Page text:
Purchasing a dental practice can be a complicated endeavor but we are here for you every step of the way! By considering the steps we have lined out below, you will be on your way to a rewarding career as a practice owner.
Before you start the process, you should consider a number of factors while also asking yourself some questions below:
When you are ready to purchase a practice, one of the most significant aspect of your new business is the location of where you'll practice. You will want a location that is easy for your patients to find and ideally, a location that will do some of your advertising for you.
Key attributes to consider:
Another important aspect not to be overlooked is the demographics of the area you are interested in. By putting together a comprehensive demographics report, you can gain a better understanding of your targeted area and the patients your office would be looking to treat.
Elements to consider:
Purchasing a dental practice can be a lengthy process and you will want a team of advisors that will help you through every step of the process. They will also help guide you in making wise financial and legal decisions to help protect you from potential roadblocks and compliance issues.
Who do we suggest you hire?
The letter of intent is one of the first documents you will be need in order to start the process of purchasing a dental practice, as it details your interest in buying the practice and sets out some of the basic business and economic terms.
Items to consider in your letter of intent:
Upon acceptance of your letter intent, it is your responsibility to make sure that you are reviewing every aspect of the practice before you purchase it.
The three types of due diligence are:
Another thing to factor is whether the practice you are interested in purchasing is the right practice for you! As you zone in a particular practice you should also be able to recognize red flags.
After submitting a letter of intent and doing your due diligence, the next step to finalizing your purchase is to submit a purchase agreement.
Other items to consider that wasn't mentioned in the letter of intent:
With any tough decision, there are advantages and disadvantages to every option. The same can be said when determining whether you should buy or lease commercial space for your dental practice. Other factors to keep in mind is whether the seller owns their space and if they do, are they willing to sell their space along with the practice itself. When push comes to shove, if you can purchase the commercial real estate then go for it, but if you are not able to, leasing space is not a bad option either.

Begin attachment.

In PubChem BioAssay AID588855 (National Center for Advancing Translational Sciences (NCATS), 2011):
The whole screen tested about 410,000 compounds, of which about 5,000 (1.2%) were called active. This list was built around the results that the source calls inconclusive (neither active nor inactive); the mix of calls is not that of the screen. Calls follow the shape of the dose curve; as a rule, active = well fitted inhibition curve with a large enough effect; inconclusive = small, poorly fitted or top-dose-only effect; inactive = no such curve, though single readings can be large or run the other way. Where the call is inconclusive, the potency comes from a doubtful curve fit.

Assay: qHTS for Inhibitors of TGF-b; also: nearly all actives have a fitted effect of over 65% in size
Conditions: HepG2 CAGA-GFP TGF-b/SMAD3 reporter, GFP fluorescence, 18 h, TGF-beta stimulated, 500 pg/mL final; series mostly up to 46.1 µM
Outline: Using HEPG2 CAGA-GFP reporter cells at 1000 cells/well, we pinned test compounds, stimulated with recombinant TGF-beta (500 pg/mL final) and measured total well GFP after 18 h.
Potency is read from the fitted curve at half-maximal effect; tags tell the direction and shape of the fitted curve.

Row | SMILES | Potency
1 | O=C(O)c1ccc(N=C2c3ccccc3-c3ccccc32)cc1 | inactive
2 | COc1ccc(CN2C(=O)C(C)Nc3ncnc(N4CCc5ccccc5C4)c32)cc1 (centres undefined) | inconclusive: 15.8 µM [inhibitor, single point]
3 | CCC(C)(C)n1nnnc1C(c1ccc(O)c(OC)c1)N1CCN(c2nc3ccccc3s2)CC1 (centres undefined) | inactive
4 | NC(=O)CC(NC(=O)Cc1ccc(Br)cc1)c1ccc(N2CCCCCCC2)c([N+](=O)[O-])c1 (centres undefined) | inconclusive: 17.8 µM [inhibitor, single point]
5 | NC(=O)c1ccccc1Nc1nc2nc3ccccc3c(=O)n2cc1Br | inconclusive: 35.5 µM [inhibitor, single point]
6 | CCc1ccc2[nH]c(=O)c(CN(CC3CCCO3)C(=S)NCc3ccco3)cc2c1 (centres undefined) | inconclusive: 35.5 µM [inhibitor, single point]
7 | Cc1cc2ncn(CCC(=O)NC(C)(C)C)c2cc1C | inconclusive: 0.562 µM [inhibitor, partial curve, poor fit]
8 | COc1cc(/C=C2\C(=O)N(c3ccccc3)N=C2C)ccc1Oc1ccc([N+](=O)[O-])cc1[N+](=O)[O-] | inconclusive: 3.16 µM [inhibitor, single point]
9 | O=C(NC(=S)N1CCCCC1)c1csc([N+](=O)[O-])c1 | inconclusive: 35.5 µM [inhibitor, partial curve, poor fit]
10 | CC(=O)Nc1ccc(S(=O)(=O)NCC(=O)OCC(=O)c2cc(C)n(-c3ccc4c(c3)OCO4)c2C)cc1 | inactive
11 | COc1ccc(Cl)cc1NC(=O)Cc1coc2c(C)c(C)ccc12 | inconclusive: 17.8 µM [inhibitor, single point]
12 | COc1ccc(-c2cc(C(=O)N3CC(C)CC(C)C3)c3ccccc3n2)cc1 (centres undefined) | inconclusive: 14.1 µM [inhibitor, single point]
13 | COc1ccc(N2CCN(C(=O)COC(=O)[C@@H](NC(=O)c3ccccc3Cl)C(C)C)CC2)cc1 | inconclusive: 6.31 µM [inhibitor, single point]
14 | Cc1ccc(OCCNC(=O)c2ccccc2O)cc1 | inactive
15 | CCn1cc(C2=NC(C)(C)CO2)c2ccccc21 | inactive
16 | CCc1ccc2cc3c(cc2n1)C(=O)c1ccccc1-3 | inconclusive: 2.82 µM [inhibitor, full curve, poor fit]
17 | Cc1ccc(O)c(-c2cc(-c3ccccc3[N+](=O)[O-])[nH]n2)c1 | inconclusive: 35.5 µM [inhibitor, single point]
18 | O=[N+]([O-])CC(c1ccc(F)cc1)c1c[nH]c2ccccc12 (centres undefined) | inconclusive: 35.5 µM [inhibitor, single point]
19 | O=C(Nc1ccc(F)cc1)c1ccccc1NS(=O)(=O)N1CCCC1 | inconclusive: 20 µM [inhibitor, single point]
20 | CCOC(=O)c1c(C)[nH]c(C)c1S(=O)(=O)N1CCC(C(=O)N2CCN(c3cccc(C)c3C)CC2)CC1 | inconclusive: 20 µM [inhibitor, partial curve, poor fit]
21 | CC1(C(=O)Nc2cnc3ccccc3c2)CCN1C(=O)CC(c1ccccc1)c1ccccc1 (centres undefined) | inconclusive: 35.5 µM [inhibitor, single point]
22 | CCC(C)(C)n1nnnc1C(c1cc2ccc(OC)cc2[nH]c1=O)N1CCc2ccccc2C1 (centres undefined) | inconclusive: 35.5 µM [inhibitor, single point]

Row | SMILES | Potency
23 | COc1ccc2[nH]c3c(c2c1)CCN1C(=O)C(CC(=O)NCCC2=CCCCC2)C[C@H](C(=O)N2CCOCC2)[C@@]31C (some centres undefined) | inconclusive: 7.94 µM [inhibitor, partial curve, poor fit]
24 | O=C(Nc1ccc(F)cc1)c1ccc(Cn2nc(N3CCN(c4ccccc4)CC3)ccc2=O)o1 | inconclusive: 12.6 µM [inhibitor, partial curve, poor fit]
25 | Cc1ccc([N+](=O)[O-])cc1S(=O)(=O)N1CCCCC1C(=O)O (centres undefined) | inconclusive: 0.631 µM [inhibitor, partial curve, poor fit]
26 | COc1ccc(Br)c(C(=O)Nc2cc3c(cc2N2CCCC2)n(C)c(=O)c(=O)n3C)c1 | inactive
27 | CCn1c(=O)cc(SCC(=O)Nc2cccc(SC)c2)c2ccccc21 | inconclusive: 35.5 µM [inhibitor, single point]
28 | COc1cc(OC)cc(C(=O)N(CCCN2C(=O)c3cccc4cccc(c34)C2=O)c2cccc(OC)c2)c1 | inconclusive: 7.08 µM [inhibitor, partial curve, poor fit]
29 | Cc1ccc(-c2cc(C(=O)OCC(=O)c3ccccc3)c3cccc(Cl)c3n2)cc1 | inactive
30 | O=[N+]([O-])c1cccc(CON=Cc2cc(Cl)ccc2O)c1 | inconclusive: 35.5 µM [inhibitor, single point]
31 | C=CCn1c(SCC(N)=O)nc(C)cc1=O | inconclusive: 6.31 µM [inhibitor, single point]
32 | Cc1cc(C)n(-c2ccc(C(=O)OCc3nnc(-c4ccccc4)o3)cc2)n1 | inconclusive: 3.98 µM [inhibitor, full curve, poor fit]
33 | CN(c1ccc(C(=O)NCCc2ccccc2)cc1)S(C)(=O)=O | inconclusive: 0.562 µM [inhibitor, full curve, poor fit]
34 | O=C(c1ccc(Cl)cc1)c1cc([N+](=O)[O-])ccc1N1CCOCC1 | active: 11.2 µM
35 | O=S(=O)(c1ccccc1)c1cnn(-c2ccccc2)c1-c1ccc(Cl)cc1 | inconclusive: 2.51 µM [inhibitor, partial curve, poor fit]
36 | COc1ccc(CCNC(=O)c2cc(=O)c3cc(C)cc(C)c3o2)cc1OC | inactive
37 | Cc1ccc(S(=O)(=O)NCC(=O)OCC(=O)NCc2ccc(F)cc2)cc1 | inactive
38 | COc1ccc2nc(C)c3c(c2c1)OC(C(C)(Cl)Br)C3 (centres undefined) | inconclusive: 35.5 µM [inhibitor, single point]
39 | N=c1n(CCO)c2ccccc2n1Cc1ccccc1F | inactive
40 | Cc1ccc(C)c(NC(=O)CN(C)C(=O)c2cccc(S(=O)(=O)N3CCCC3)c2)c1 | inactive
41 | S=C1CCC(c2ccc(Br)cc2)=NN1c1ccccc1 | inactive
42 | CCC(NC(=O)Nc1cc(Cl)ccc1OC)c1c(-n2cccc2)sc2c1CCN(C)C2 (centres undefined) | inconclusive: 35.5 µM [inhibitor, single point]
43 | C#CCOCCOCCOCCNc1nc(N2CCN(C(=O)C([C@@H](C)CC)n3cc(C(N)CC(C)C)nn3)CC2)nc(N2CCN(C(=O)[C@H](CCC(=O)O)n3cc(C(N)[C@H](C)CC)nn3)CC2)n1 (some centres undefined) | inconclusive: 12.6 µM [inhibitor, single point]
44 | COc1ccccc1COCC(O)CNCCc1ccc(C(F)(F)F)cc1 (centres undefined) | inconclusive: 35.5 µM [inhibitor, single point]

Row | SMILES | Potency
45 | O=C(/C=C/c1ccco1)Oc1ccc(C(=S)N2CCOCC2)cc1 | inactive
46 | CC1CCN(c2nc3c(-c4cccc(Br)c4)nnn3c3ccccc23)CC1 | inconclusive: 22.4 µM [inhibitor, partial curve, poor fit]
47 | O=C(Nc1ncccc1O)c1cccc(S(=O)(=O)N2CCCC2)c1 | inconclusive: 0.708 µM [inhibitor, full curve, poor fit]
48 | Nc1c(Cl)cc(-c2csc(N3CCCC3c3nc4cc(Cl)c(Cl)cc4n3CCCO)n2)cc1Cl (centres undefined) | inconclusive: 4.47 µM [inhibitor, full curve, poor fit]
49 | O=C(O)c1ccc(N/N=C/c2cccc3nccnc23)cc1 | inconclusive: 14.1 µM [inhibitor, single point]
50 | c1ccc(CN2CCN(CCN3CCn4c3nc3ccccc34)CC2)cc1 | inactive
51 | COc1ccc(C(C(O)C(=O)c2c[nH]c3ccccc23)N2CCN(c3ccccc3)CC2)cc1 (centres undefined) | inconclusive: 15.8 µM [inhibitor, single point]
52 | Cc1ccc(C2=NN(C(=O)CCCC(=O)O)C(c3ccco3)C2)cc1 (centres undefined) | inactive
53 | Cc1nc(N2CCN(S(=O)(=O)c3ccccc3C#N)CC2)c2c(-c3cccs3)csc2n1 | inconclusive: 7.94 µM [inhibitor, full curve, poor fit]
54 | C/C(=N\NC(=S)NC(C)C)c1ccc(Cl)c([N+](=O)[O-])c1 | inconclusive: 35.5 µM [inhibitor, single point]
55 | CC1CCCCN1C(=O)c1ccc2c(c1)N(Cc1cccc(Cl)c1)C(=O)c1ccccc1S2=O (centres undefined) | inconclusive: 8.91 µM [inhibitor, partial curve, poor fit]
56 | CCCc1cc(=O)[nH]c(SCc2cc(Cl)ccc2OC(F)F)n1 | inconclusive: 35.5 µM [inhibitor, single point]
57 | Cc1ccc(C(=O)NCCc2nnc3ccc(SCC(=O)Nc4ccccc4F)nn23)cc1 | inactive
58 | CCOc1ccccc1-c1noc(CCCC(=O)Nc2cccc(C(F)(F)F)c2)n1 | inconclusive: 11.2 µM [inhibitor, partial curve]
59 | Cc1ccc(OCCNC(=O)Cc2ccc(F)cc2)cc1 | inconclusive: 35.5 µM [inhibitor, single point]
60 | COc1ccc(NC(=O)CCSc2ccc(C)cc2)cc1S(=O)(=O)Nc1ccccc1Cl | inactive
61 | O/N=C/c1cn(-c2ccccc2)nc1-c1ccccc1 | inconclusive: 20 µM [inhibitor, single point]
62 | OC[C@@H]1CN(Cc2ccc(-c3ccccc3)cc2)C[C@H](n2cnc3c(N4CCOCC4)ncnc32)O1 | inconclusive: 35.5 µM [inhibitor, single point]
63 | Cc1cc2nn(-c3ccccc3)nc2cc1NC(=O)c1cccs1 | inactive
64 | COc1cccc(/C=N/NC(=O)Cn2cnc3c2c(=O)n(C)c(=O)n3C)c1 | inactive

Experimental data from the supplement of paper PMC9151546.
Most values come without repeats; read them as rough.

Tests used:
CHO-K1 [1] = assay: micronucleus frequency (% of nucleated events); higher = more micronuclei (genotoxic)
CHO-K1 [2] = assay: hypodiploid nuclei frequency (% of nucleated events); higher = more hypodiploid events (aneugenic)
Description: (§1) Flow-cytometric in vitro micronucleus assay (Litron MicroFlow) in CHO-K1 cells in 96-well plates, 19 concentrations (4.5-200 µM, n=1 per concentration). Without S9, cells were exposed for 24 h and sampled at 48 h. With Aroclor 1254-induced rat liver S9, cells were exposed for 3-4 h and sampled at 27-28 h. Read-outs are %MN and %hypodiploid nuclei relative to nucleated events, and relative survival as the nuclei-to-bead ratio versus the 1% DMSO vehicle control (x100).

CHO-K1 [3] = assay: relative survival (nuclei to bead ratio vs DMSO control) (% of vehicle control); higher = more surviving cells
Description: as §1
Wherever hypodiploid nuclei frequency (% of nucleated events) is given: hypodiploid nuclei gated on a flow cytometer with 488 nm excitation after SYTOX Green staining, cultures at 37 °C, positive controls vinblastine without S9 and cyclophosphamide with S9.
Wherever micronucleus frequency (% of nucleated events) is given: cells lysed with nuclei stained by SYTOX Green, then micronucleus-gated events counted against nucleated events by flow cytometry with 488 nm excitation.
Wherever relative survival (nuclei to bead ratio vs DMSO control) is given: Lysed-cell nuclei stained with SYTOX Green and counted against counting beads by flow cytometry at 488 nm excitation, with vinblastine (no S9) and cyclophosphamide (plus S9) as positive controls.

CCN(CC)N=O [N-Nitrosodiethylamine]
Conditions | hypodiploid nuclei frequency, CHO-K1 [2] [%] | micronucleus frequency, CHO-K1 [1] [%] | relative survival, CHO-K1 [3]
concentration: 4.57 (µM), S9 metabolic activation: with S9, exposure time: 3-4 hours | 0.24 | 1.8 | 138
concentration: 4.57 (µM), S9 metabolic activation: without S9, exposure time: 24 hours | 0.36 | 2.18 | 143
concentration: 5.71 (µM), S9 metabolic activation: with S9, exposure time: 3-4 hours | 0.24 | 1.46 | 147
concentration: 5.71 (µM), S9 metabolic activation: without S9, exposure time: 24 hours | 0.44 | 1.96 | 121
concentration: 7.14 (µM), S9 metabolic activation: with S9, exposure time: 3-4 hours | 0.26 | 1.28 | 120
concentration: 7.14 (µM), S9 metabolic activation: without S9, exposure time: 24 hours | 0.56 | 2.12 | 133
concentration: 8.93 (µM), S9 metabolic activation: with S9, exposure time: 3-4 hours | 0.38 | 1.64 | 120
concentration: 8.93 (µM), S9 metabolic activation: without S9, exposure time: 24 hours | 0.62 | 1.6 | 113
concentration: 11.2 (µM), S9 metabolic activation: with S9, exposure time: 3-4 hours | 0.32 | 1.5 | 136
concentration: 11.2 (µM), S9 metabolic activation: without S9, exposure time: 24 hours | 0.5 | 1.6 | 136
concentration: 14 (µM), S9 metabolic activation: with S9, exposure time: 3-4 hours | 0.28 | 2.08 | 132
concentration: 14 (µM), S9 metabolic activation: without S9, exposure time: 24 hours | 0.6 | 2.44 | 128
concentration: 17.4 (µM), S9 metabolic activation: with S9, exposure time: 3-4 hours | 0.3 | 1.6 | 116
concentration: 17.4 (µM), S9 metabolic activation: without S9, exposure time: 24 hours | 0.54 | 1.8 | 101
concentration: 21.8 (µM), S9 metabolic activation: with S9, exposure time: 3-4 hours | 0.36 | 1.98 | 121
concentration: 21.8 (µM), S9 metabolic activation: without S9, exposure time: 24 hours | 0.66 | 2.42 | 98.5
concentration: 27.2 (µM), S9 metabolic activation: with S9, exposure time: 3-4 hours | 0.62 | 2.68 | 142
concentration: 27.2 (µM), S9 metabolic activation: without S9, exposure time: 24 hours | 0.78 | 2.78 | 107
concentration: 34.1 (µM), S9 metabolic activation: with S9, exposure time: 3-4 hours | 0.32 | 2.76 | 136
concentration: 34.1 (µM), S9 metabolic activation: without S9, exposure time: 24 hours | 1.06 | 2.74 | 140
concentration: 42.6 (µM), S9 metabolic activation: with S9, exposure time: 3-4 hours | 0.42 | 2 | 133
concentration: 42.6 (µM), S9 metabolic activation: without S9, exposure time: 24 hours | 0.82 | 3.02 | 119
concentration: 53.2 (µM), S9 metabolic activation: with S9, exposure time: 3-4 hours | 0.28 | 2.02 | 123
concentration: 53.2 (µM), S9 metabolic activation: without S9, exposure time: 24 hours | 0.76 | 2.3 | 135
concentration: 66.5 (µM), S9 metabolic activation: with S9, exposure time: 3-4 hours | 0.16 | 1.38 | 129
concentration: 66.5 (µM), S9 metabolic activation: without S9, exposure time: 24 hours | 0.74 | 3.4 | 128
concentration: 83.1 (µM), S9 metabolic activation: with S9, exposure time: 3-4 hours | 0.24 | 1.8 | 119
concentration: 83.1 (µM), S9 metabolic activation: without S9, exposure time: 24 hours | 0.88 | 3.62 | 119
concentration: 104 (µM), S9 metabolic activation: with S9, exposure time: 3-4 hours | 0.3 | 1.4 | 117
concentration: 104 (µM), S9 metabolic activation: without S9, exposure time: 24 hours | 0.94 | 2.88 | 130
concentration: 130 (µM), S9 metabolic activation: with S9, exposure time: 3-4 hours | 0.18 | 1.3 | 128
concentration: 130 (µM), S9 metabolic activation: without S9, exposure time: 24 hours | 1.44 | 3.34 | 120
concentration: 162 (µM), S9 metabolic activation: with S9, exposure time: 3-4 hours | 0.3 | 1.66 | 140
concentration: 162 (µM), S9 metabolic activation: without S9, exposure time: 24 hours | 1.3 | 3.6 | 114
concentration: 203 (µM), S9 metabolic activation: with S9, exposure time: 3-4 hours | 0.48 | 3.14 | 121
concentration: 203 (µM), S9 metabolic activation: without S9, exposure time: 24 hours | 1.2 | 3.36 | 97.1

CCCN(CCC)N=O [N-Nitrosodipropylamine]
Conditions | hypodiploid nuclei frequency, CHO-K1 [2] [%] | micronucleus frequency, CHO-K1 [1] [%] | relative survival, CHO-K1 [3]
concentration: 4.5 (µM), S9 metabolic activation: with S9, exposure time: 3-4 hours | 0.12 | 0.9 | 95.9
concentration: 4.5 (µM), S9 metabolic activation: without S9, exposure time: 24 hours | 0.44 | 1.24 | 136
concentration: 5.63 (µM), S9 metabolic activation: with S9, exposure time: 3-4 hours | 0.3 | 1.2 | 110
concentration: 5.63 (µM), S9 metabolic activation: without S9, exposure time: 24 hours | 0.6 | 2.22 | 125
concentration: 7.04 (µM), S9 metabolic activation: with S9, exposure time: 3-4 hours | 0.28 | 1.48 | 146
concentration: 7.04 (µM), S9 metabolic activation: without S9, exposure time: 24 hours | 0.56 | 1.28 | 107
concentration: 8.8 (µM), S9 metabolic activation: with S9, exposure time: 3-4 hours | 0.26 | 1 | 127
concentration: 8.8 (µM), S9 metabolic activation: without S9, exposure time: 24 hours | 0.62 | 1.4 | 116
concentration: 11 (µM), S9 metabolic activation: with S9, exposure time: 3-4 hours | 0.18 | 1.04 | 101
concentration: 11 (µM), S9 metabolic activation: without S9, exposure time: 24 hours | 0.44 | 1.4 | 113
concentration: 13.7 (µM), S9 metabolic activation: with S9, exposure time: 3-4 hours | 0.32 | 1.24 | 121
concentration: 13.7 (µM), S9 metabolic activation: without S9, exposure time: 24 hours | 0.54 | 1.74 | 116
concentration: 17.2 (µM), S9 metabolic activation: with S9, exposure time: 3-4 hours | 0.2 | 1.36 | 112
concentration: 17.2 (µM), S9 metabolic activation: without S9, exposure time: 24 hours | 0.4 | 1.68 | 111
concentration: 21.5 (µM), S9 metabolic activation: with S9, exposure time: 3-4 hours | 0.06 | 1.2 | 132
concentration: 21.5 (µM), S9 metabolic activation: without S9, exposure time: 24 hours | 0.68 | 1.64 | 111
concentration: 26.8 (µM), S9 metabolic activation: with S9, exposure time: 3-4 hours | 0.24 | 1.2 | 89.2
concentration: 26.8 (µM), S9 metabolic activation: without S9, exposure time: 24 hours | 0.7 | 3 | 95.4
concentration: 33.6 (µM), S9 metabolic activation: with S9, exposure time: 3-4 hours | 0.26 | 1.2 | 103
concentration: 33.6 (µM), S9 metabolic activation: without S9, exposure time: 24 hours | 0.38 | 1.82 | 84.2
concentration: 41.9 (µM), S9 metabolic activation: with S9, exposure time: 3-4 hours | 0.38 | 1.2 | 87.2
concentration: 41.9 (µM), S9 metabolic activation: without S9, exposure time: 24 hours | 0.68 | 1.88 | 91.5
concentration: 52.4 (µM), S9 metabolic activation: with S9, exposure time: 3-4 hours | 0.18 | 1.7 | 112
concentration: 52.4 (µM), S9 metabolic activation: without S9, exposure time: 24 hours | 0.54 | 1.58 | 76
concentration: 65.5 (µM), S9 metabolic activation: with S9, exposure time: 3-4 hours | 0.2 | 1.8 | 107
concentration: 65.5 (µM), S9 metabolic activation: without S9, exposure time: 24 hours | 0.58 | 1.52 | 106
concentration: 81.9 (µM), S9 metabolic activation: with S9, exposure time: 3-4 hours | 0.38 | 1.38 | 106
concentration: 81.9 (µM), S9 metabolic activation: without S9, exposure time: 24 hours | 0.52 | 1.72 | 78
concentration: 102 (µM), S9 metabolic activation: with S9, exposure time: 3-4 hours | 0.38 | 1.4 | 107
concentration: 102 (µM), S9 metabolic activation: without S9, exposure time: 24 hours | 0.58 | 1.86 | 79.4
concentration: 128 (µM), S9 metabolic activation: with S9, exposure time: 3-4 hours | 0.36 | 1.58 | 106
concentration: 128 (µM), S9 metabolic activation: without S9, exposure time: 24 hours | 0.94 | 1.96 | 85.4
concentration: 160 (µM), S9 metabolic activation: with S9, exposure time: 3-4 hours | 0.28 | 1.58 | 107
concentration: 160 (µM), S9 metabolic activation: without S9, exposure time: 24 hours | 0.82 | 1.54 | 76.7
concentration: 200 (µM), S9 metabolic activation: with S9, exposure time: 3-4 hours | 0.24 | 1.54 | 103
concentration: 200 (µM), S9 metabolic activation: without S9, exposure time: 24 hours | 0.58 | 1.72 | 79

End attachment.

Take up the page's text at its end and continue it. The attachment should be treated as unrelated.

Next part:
Securing a lease with beneficial terms is critical. The five tips to a successful lease negotiation are:
Purchasing real estate has more advantages than disadvantages but here are few things to consider:
Similar to purchasing insurance, correctly setting up the legal structure of your practice can help protect you. Also, incorporating can effect how you tax structure.
Things to consider when setting up your legal entity:
Depending on the situation you are in, you may choose to hire the existing team members of a practice you are purchasing or you many want to completely hire your own.
In most aspects, it is in your best interest to hire on the team members of the practice you are purchasing for a number of reasons, such as to ensure a smooth transition, familiarity with the processes, and the bond shared with patients. However, it is possible not all team members might be a good fit. To gain a better understanding of evaluating team members, you can view the 7 Tips to Successfully Transitioning Team Members After a Dental Practice Purchase. In addition, we've listed a couple of the tips below:
To assemble a winning team for your practice, consider these tips:
Upon purchasing a practice, you will inherit the seller's patient base. However, chances are not all of the patients will carry over and see you. That is why it is up to you to make a good first impression by introducing yourself whether by email, mail or in person. While you can't assume the selling dentist notified his or her patients ahead or after the closing date, it's in your best interest to communicate any logistics during the transition.
What to communicate with the patients:
Before opening your dental practice, there a few final tasks you need to complete.